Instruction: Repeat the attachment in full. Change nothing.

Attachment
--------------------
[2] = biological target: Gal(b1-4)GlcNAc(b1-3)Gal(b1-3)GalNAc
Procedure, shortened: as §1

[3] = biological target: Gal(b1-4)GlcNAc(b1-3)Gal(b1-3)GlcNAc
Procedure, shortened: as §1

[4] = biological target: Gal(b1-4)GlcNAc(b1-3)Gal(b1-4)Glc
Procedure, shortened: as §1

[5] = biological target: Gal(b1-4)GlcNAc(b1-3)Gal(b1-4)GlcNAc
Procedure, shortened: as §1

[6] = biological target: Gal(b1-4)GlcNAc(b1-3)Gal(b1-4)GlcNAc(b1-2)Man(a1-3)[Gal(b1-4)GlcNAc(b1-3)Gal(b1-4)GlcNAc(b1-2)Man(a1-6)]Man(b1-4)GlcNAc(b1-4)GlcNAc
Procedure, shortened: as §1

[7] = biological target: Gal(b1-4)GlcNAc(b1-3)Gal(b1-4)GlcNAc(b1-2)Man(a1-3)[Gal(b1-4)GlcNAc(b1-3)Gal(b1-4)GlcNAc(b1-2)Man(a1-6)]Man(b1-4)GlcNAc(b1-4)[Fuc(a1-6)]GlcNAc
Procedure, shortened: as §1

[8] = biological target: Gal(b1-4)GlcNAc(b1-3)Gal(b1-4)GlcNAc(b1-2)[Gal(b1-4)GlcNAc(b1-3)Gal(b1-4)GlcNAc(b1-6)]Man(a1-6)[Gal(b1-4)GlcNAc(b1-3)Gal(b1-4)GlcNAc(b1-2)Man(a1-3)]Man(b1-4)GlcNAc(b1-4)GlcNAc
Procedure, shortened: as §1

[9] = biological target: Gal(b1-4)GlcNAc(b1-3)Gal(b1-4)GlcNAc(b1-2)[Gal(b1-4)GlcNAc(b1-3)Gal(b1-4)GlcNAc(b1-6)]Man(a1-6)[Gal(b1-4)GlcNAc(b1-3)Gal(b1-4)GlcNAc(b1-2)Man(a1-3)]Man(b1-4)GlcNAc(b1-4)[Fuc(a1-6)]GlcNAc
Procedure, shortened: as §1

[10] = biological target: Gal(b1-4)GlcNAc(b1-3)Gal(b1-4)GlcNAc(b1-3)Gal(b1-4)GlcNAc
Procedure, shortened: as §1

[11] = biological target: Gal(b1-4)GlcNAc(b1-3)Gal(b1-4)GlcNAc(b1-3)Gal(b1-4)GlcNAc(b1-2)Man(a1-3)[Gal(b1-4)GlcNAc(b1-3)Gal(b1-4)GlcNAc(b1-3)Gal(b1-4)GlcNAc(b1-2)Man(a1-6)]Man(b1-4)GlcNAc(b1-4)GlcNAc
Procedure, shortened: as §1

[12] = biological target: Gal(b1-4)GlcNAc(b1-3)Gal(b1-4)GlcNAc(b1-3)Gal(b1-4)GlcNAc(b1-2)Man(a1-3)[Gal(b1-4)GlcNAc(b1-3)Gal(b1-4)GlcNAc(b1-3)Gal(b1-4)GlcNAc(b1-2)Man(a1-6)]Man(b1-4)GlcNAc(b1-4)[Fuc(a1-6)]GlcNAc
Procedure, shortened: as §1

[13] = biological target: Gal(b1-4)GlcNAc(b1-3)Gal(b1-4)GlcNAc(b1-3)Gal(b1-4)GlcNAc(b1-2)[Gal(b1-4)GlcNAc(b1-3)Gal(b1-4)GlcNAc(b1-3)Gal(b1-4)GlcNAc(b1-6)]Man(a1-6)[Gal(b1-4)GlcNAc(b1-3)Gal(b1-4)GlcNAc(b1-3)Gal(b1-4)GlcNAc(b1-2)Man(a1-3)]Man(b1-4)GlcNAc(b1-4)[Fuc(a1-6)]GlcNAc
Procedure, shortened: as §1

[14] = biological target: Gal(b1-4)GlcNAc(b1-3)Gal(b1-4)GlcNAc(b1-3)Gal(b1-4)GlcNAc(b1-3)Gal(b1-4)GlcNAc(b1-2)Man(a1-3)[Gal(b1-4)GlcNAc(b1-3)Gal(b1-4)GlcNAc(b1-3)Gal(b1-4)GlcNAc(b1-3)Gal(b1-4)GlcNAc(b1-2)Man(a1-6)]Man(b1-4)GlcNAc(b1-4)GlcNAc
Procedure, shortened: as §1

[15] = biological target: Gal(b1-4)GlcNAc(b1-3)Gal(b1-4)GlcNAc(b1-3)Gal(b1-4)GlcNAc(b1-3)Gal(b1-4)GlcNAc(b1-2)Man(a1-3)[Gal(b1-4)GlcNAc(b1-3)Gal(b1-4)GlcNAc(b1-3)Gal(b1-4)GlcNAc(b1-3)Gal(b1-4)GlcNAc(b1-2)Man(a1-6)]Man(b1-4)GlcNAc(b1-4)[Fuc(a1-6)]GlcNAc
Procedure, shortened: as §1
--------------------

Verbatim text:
[2] = biological target: Gal(b1-4)GlcNAc(b1-3)Gal(b1-3)GalNAc
Procedure, shortened: as §1

[3] = biological target: Gal(b1-4)GlcNAc(b1-3)Gal(b1-3)GlcNAc
Procedure, shortened: as §1

[4] = biological target: Gal(b1-4)GlcNAc(b1-3)Gal(b1-4)Glc
Procedure, shortened: as §1

[5] = biological target: Gal(b1-4)GlcNAc(b1-3)Gal(b1-4)GlcNAc
Procedure, shortened: as §1

[6] = biological target: Gal(b1-4)GlcNAc(b1-3)Gal(b1-4)GlcNAc(b1-2)Man(a1-3)[Gal(b1-4)GlcNAc(b1-3)Gal(b1-4)GlcNAc(b1-2)Man(a1-6)]Man(b1-4)GlcNAc(b1-4)GlcNAc
Procedure, shortened: as §1

[7] = biological target: Gal(b1-4)GlcNAc(b1-3)Gal(b1-4)GlcNAc(b1-2)Man(a1-3)[Gal(b1-4)GlcNAc(b1-3)Gal(b1-4)GlcNAc(b1-2)Man(a1-6)]Man(b1-4)GlcNAc(b1-4)[Fuc(a1-6)]GlcNAc
Procedure, shortened: as §1

[8] = biological target: Gal(b1-4)GlcNAc(b1-3)Gal(b1-4)GlcNAc(b1-2)[Gal(b1-4)GlcNAc(b1-3)Gal(b1-4)GlcNAc(b1-6)]Man(a1-6)[Gal(b1-4)GlcNAc(b1-3)Gal(b1-4)GlcNAc(b1-2)Man(a1-3)]Man(b1-4)GlcNAc(b1-4)GlcNAc
Procedure, shortened: as §1

[9] = biological target: Gal(b1-4)GlcNAc(b1-3)Gal(b1-4)GlcNAc(b1-2)[Gal(b1-4)GlcNAc(b1-3)Gal(b1-4)GlcNAc(b1-6)]Man(a1-6)[Gal(b1-4)GlcNAc(b1-3)Gal(b1-4)GlcNAc(b1-2)Man(a1-3)]Man(b1-4)GlcNAc(b1-4)[Fuc(a1-6)]GlcNAc
Procedure, shortened: as §1

[10] = biological target: Gal(b1-4)GlcNAc(b1-3)Gal(b1-4)GlcNAc(b1-3)Gal(b1-4)GlcNAc
Procedure, shortened: as §1

[11] = biological target: Gal(b1-4)GlcNAc(b1-3)Gal(b1-4)GlcNAc(b1-3)Gal(b1-4)GlcNAc(b1-2)Man(a1-3)[Gal(b1-4)GlcNAc(b1-3)Gal(b1-4)GlcNAc(b1-3)Gal(b1-4)GlcNAc(b1-2)Man(a1-6)]Man(b1-4)GlcNAc(b1-4)GlcNAc
Procedure, shortened: as §1

[12] = biological target: Gal(b1-4)GlcNAc(b1-3)Gal(b1-4)GlcNAc(b1-3)Gal(b1-4)GlcNAc(b1-2)Man(a1-3)[Gal(b1-4)GlcNAc(b1-3)Gal(b1-4)GlcNAc(b1-3)Gal(b1-4)GlcNAc(b1-2)Man(a1-6)]Man(b1-4)GlcNAc(b1-4)[Fuc(a1-6)]GlcNAc
Procedure, shortened: as §1

[13] = biological target: Gal(b1-4)GlcNAc(b1-3)Gal(b1-4)GlcNAc(b1-3)Gal(b1-4)GlcNAc(b1-2)[Gal(b1-4)GlcNAc(b1-3)Gal(b1-4)GlcNAc(b1-3)Gal(b1-4)GlcNAc(b1-6)]Man(a1-6)[Gal(b1-4)GlcNAc(b1-3)Gal(b1-4)GlcNAc(b1-3)Gal(b1-4)GlcNAc(b1-2)Man(a1-3)]Man(b1-4)GlcNAc(b1-4)[Fuc(a1-6)]GlcNAc
Procedure, shortened: as §1

[14] = biological target: Gal(b1-4)GlcNAc(b1-3)Gal(b1-4)GlcNAc(b1-3)Gal(b1-4)GlcNAc(b1-3)Gal(b1-4)GlcNAc(b1-2)Man(a1-3)[Gal(b1-4)GlcNAc(b1-3)Gal(b1-4)GlcNAc(b1-3)Gal(b1-4)GlcNAc(b1-3)Gal(b1-4)GlcNAc(b1-2)Man(a1-6)]Man(b1-4)GlcNAc(b1-4)GlcNAc
Procedure, shortened: as §1

[15] = biological target: Gal(b1-4)GlcNAc(b1-3)Gal(b1-4)GlcNAc(b1-3)Gal(b1-4)GlcNAc(b1-3)Gal(b1-4)GlcNAc(b1-2)Man(a1-3)[Gal(b1-4)GlcNAc(b1-3)Gal(b1-4)GlcNAc(b1-3)Gal(b1-4)GlcNAc(b1-3)Gal(b1-4)GlcNAc(b1-2)Man(a1-6)]Man(b1-4)GlcNAc(b1-4)[Fuc(a1-6)]GlcNAc
Procedure, shortened: as §1